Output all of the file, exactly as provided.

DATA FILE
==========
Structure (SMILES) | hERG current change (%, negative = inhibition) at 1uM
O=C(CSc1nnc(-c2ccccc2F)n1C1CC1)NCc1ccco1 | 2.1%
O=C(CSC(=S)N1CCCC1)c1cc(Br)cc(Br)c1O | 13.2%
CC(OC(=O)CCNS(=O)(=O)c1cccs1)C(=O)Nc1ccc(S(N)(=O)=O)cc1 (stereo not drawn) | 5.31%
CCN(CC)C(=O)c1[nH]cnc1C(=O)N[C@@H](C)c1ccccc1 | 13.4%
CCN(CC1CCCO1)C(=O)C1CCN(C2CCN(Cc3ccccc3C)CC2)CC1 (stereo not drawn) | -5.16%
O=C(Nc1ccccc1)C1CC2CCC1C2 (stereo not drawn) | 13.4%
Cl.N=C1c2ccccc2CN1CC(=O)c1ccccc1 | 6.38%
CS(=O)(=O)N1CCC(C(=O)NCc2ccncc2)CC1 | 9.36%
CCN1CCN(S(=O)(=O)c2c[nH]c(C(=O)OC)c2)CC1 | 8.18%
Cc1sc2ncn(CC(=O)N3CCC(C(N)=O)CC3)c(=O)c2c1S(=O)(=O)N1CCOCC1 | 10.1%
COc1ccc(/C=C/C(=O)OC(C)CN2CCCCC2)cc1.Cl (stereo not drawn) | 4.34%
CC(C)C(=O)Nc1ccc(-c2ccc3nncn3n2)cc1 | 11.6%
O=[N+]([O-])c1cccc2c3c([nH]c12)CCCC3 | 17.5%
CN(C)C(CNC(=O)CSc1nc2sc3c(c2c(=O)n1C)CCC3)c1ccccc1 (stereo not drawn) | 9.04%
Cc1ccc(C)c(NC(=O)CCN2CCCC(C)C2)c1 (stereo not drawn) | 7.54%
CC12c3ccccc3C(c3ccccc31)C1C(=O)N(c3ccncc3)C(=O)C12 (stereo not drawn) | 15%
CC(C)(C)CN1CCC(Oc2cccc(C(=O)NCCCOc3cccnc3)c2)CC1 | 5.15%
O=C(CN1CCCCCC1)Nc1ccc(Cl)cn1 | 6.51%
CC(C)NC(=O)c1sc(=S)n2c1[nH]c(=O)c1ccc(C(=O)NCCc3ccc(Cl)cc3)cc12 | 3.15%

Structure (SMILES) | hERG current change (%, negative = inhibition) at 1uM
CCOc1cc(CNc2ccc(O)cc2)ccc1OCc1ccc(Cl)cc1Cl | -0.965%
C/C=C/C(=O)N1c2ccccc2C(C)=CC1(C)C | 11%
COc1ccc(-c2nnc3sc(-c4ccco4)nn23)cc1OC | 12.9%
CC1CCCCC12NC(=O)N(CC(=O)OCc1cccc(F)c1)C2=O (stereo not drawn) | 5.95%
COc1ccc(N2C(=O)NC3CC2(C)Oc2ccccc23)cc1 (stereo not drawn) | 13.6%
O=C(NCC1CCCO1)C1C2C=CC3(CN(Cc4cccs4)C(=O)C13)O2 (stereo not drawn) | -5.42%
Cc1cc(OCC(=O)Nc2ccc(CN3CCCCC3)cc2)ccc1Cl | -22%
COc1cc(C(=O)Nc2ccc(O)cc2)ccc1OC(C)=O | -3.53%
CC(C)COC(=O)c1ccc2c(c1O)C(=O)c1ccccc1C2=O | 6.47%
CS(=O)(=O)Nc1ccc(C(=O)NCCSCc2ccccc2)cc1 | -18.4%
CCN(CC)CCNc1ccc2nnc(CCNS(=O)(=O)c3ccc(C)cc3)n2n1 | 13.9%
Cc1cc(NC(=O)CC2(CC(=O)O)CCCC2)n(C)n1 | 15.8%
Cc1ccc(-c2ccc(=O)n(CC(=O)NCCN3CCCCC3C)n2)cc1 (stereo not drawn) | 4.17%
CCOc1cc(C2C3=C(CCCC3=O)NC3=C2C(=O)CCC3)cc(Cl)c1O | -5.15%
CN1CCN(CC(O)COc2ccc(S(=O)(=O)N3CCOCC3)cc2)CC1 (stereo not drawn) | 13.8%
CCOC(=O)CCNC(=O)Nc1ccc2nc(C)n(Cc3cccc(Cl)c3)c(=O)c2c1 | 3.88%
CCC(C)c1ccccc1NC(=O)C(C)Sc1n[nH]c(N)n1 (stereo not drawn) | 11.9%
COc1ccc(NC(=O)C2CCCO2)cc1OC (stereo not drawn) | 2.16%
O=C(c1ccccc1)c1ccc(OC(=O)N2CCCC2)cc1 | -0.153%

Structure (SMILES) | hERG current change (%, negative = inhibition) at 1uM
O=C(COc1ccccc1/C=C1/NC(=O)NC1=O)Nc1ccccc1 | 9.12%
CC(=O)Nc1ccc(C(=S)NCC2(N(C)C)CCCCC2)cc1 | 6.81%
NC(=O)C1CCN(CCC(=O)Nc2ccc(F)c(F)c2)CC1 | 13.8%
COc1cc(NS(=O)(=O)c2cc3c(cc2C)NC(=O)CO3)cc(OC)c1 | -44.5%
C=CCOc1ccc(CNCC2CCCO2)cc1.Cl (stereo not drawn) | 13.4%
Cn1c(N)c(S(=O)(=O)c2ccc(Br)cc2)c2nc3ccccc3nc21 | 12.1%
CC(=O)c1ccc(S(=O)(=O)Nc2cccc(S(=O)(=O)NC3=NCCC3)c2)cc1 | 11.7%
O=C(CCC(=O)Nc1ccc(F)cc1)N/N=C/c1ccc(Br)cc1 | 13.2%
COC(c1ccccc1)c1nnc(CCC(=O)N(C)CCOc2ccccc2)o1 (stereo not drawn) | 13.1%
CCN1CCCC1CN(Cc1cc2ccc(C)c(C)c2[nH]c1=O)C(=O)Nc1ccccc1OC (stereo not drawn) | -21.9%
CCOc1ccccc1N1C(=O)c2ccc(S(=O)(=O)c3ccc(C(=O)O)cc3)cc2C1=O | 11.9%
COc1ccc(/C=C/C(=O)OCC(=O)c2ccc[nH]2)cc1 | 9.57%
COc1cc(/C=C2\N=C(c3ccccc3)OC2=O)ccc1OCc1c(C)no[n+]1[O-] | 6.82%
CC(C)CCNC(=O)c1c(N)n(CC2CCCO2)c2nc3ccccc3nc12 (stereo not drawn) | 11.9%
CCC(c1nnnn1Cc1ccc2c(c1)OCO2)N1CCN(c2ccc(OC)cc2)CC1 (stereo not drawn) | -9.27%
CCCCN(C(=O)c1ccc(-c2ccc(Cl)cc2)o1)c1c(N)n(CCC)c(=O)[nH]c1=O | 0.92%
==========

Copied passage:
Structure (SMILES) | hERG current change (%, negative = inhibition) at 1uM
O=C(CSc1nnc(-c2ccccc2F)n1C1CC1)NCc1ccco1 | 2.1%
O=C(CSC(=S)N1CCCC1)c1cc(Br)cc(Br)c1O | 13.2%
CC(OC(=O)CCNS(=O)(=O)c1cccs1)C(=O)Nc1ccc(S(N)(=O)=O)cc1 (stereo not drawn) | 5.31%
CCN(CC)C(=O)c1[nH]cnc1C(=O)N[C@@H](C)c1ccccc1 | 13.4%
CCN(CC1CCCO1)C(=O)C1CCN(C2CCN(Cc3ccccc3C)CC2)CC1 (stereo not drawn) | -5.16%
O=C(Nc1ccccc1)C1CC2CCC1C2 (stereo not drawn) | 13.4%
Cl.N=C1c2ccccc2CN1CC(=O)c1ccccc1 | 6.38%
CS(=O)(=O)N1CCC(C(=O)NCc2ccncc2)CC1 | 9.36%
CCN1CCN(S(=O)(=O)c2c[nH]c(C(=O)OC)c2)CC1 | 8.18%
Cc1sc2ncn(CC(=O)N3CCC(C(N)=O)CC3)c(=O)c2c1S(=O)(=O)N1CCOCC1 | 10.1%
COc1ccc(/C=C/C(=O)OC(C)CN2CCCCC2)cc1.Cl (stereo not drawn) | 4.34%
CC(C)C(=O)Nc1ccc(-c2ccc3nncn3n2)cc1 | 11.6%
O=[N+]([O-])c1cccc2c3c([nH]c12)CCCC3 | 17.5%
CN(C)C(CNC(=O)CSc1nc2sc3c(c2c(=O)n1C)CCC3)c1ccccc1 (stereo not drawn) | 9.04%
Cc1ccc(C)c(NC(=O)CCN2CCCC(C)C2)c1 (stereo not drawn) | 7.54%
CC12c3ccccc3C(c3ccccc31)C1C(=O)N(c3ccncc3)C(=O)C12 (stereo not drawn) | 15%
CC(C)(C)CN1CCC(Oc2cccc(C(=O)NCCCOc3cccnc3)c2)CC1 | 5.15%
O=C(CN1CCCCCC1)Nc1ccc(Cl)cn1 | 6.51%
CC(C)NC(=O)c1sc(=S)n2c1[nH]c(=O)c1ccc(C(=O)NCCc3ccc(Cl)cc3)cc12 | 3.15%

Structure (SMILES) | hERG current change (%, negative = inhibition) at 1uM
CCOc1cc(CNc2ccc(O)cc2)ccc1OCc1ccc(Cl)cc1Cl | -0.965%
C/C=C/C(=O)N1c2ccccc2C(C)=CC1(C)C | 11%
COc1ccc(-c2nnc3sc(-c4ccco4)nn23)cc1OC | 12.9%
CC1CCCCC12NC(=O)N(CC(=O)OCc1cccc(F)c1)C2=O (stereo not drawn) | 5.95%
COc1ccc(N2C(=O)NC3CC2(C)Oc2ccccc23)cc1 (stereo not drawn) | 13.6%
O=C(NCC1CCCO1)C1C2C=CC3(CN(Cc4cccs4)C(=O)C13)O2 (stereo not drawn) | -5.42%
Cc1cc(OCC(=O)Nc2ccc(CN3CCCCC3)cc2)ccc1Cl | -22%
COc1cc(C(=O)Nc2ccc(O)cc2)ccc1OC(C)=O | -3.53%
CC(C)COC(=O)c1ccc2c(c1O)C(=O)c1ccccc1C2=O | 6.47%
CS(=O)(=O)Nc1ccc(C(=O)NCCSCc2ccccc2)cc1 | -18.4%
CCN(CC)CCNc1ccc2nnc(CCNS(=O)(=O)c3ccc(C)cc3)n2n1 | 13.9%
Cc1cc(NC(=O)CC2(CC(=O)O)CCCC2)n(C)n1 | 15.8%
Cc1ccc(-c2ccc(=O)n(CC(=O)NCCN3CCCCC3C)n2)cc1 (stereo not drawn) | 4.17%
CCOc1cc(C2C3=C(CCCC3=O)NC3=C2C(=O)CCC3)cc(Cl)c1O | -5.15%
CN1CCN(CC(O)COc2ccc(S(=O)(=O)N3CCOCC3)cc2)CC1 (stereo not drawn) | 13.8%
CCOC(=O)CCNC(=O)Nc1ccc2nc(C)n(Cc3cccc(Cl)c3)c(=O)c2c1 | 3.88%
CCC(C)c1ccccc1NC(=O)C(C)Sc1n[nH]c(N)n1 (stereo not drawn) | 11.9%
COc1ccc(NC(=O)C2CCCO2)cc1OC (stereo not drawn) | 2.16%
O=C(c1ccccc1)c1ccc(OC(=O)N2CCCC2)cc1 | -0.153%

Structure (SMILES) | hERG current change (%, negative = inhibition) at 1uM
O=C(COc1ccccc1/C=C1/NC(=O)NC1=O)Nc1ccccc1 | 9.12%
CC(=O)Nc1ccc(C(=S)NCC2(N(C)C)CCCCC2)cc1 | 6.81%
NC(=O)C1CCN(CCC(=O)Nc2ccc(F)c(F)c2)CC1 | 13.8%
COc1cc(NS(=O)(=O)c2cc3c(cc2C)NC(=O)CO3)cc(OC)c1 | -44.5%
C=CCOc1ccc(CNCC2CCCO2)cc1.Cl (stereo not drawn) | 13.4%
Cn1c(N)c(S(=O)(=O)c2ccc(Br)cc2)c2nc3ccccc3nc21 | 12.1%
CC(=O)c1ccc(S(=O)(=O)Nc2cccc(S(=O)(=O)NC3=NCCC3)c2)cc1 | 11.7%
O=C(CCC(=O)Nc1ccc(F)cc1)N/N=C/c1ccc(Br)cc1 | 13.2%
COC(c1ccccc1)c1nnc(CCC(=O)N(C)CCOc2ccccc2)o1 (stereo not drawn) | 13.1%
CCN1CCCC1CN(Cc1cc2ccc(C)c(C)c2[nH]c1=O)C(=O)Nc1ccccc1OC (stereo not drawn) | -21.9%
CCOc1ccccc1N1C(=O)c2ccc(S(=O)(=O)c3ccc(C(=O)O)cc3)cc2C1=O | 11.9%
COc1ccc(/C=C/C(=O)OCC(=O)c2ccc[nH]2)cc1 | 9.57%
COc1cc(/C=C2\N=C(c3ccccc3)OC2=O)ccc1OCc1c(C)no[n+]1[O-] | 6.82%
CC(C)CCNC(=O)c1c(N)n(CC2CCCO2)c2nc3ccccc3nc12 (stereo not drawn) | 11.9%
CCC(c1nnnn1Cc1ccc2c(c1)OCO2)N1CCN(c2ccc(OC)cc2)CC1 (stereo not drawn) | -9.27%
CCCCN(C(=O)c1ccc(-c2ccc(Cl)cc2)o1)c1c(N)n(CCC)c(=O)[nH]c1=O | 0.92%